Please note that from January 2022, COVID restrictions permitting, we will meet at Bradbury House every 3rd Wednesday of the month, but at 12:30 to 3pm.

During the COVID pandemic we took the decision to suspend our regular meetings, especially as a number of our members were “shielding” themselves and their families. However, we have now restarted our regular meetings, held on the third Wednesday of each month, in Bradbury House, where greater spacing is possible. We look forward to welcoming both existing and prospective new members to join us and get socialising again!

By Diana: We have received a lovely note from Helena on behalf of the Chernobyl Children’s Project for whom we held our annual party in July. Her note reads:

“Thank You all so much for the lovely party you put on for the children this year. They had a wonderful time as always, and it was a great thing for their first day here.

“I attach a Thank You poster, which I hope you can share with your members.

“As I’m sure you know, our group is part of a fantastic National Charity which is run from Glossop (by my Mum, Linda), hope you will take a look at our latest Newsletter by clicking here – it’s full of lots of happy holiday pictures!”

By Diana: The newly installed statue of the suffragette Emmeline Pankhurst inspired members of Glossopdale WI to a rousing rendition of Jerusalem.  It stands in St Peter’s Square.  Apparently Queen Victoria is the only other woman with a statue in Manchester!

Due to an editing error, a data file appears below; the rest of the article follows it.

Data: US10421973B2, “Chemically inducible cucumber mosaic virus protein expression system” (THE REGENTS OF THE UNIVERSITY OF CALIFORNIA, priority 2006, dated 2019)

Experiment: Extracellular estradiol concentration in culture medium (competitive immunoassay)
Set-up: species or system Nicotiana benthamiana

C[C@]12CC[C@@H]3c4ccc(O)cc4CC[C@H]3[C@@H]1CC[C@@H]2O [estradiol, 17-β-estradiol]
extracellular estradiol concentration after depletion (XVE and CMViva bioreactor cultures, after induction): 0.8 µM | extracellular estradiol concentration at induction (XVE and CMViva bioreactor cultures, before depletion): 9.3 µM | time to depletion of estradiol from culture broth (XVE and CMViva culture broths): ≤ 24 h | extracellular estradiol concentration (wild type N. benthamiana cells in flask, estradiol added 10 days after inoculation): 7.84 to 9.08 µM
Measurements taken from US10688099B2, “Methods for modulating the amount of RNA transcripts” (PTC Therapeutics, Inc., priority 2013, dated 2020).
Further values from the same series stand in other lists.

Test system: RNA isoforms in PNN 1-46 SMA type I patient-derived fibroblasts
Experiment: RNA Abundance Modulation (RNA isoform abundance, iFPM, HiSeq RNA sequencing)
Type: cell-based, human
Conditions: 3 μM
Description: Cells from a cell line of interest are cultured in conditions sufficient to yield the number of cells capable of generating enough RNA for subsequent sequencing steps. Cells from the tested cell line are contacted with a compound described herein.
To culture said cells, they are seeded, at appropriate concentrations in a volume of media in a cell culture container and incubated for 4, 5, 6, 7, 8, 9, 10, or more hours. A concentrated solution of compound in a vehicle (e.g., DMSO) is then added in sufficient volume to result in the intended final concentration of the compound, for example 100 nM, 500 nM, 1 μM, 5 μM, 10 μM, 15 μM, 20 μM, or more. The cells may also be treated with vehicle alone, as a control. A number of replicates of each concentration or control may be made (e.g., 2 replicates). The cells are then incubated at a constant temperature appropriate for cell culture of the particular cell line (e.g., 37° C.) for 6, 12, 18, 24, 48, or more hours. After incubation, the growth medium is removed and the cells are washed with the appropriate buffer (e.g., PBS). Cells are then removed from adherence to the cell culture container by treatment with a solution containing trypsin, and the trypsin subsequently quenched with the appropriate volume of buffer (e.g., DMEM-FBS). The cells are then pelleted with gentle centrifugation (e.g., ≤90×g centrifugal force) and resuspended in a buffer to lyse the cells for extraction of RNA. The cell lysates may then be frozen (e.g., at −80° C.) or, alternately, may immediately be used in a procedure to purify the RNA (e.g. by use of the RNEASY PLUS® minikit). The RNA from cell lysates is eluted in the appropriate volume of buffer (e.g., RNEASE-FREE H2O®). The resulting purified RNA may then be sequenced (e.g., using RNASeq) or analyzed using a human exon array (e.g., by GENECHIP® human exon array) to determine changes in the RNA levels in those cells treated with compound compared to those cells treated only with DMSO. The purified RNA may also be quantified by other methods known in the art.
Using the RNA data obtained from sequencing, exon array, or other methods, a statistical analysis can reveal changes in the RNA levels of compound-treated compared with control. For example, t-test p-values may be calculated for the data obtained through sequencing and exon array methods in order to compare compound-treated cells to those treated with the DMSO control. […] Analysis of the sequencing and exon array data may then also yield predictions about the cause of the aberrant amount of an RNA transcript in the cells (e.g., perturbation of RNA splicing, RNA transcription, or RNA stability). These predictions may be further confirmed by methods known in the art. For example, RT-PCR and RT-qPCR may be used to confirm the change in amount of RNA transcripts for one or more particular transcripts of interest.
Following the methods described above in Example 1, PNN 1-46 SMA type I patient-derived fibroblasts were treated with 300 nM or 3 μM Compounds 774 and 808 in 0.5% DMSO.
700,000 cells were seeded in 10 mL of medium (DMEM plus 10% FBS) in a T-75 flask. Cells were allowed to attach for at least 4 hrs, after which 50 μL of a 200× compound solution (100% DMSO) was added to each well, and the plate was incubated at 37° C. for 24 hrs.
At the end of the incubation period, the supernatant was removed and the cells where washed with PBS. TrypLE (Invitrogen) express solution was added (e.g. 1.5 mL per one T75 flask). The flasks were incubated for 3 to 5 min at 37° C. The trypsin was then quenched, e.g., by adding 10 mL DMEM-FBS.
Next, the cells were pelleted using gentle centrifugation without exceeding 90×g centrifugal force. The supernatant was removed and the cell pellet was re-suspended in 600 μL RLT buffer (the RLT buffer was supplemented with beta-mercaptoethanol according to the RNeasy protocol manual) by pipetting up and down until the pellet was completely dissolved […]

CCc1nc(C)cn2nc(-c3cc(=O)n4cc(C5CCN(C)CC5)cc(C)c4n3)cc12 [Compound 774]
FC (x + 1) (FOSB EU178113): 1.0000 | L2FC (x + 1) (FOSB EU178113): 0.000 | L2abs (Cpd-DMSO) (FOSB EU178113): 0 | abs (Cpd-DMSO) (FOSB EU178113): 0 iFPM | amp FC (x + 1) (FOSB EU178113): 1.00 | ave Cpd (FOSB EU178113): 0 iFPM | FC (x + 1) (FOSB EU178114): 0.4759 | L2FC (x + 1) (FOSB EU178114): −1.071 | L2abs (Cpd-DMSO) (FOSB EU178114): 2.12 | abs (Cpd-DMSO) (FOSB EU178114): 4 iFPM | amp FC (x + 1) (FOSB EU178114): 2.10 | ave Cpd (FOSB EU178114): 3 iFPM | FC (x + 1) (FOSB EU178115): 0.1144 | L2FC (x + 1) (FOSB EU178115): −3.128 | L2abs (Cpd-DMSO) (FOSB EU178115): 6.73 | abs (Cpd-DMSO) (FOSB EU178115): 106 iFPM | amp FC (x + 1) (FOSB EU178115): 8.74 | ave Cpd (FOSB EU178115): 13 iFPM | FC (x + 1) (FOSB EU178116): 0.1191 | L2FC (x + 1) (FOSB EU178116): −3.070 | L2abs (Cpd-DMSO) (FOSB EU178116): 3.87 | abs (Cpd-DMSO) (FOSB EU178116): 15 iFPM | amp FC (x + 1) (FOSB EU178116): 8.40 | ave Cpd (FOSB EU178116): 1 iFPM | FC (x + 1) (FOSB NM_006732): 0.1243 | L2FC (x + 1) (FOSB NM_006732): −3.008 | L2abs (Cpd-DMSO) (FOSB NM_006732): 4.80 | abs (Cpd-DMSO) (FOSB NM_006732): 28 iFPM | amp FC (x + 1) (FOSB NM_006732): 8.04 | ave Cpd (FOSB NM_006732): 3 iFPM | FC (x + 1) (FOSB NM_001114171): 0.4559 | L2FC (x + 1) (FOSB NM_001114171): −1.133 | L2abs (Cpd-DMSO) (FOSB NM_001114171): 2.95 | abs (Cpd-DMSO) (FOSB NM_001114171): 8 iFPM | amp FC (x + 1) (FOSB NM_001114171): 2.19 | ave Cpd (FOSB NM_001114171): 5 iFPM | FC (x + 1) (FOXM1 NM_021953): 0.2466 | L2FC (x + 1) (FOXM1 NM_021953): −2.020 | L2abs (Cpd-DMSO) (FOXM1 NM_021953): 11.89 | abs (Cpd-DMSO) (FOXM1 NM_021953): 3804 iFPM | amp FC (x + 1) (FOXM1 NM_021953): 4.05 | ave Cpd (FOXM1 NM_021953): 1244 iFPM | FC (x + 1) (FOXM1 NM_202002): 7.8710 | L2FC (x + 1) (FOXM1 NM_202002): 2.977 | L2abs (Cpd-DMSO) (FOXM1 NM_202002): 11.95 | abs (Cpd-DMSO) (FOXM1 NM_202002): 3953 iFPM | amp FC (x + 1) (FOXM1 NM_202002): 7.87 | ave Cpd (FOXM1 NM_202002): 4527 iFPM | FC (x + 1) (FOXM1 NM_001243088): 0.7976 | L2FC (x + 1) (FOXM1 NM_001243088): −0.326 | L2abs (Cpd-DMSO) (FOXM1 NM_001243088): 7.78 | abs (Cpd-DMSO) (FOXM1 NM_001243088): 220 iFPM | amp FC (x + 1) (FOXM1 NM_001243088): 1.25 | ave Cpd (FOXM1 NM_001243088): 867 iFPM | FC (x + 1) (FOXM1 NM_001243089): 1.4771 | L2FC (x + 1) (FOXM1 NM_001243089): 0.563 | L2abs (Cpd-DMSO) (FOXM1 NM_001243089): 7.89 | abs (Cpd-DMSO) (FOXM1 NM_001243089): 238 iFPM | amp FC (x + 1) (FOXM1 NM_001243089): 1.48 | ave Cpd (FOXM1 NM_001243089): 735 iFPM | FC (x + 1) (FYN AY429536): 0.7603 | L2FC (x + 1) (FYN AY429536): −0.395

By Diana: The Anderton Boat Lift, a masterpiece of Victorian engineering near Northwich in Cheshire, was the destination for a study tour for Glossopdale W.I. The tour included the excellent on-site exhibition and an expert commentary on the ride on the boat lift itself and the trip along the River Weaver.

The Anderton Boat Lift was constructed in 1875 to improve the flow of goods between the River Weaver and the Trent & Mersey canal. Salt from the Cheshire mines was shipped along the river to be exported via the port of Liverpool. Pots from the Staffordshire potteries were shipped along the Trent & Mersey canal and thence to Liverpool. The Boat Lift connected these important trade routes: with its 2 caissons the Lift could raise the boats arriving from the river to the level of the canal and simultaneously take boats arriving by canal down to the river.
The original hydraulic system was replaced with an electric operating system in 1908, to cope with increased trade. However a subsequent drop in trade, lack of investment and patchy repairs led to closure in 1983 on safety grounds.

After a public campaign money was raised for a complete restoration using the original hydraulic system and the Lift was re-opened in 2002. It now provides an enlightening and enjoyable tour, much appreciated by our members. The next meeting of Glossopdale W.I. is 9.30-12 noon on Wed Sept 19 at Glossop Labour Club. Visitors are welcome.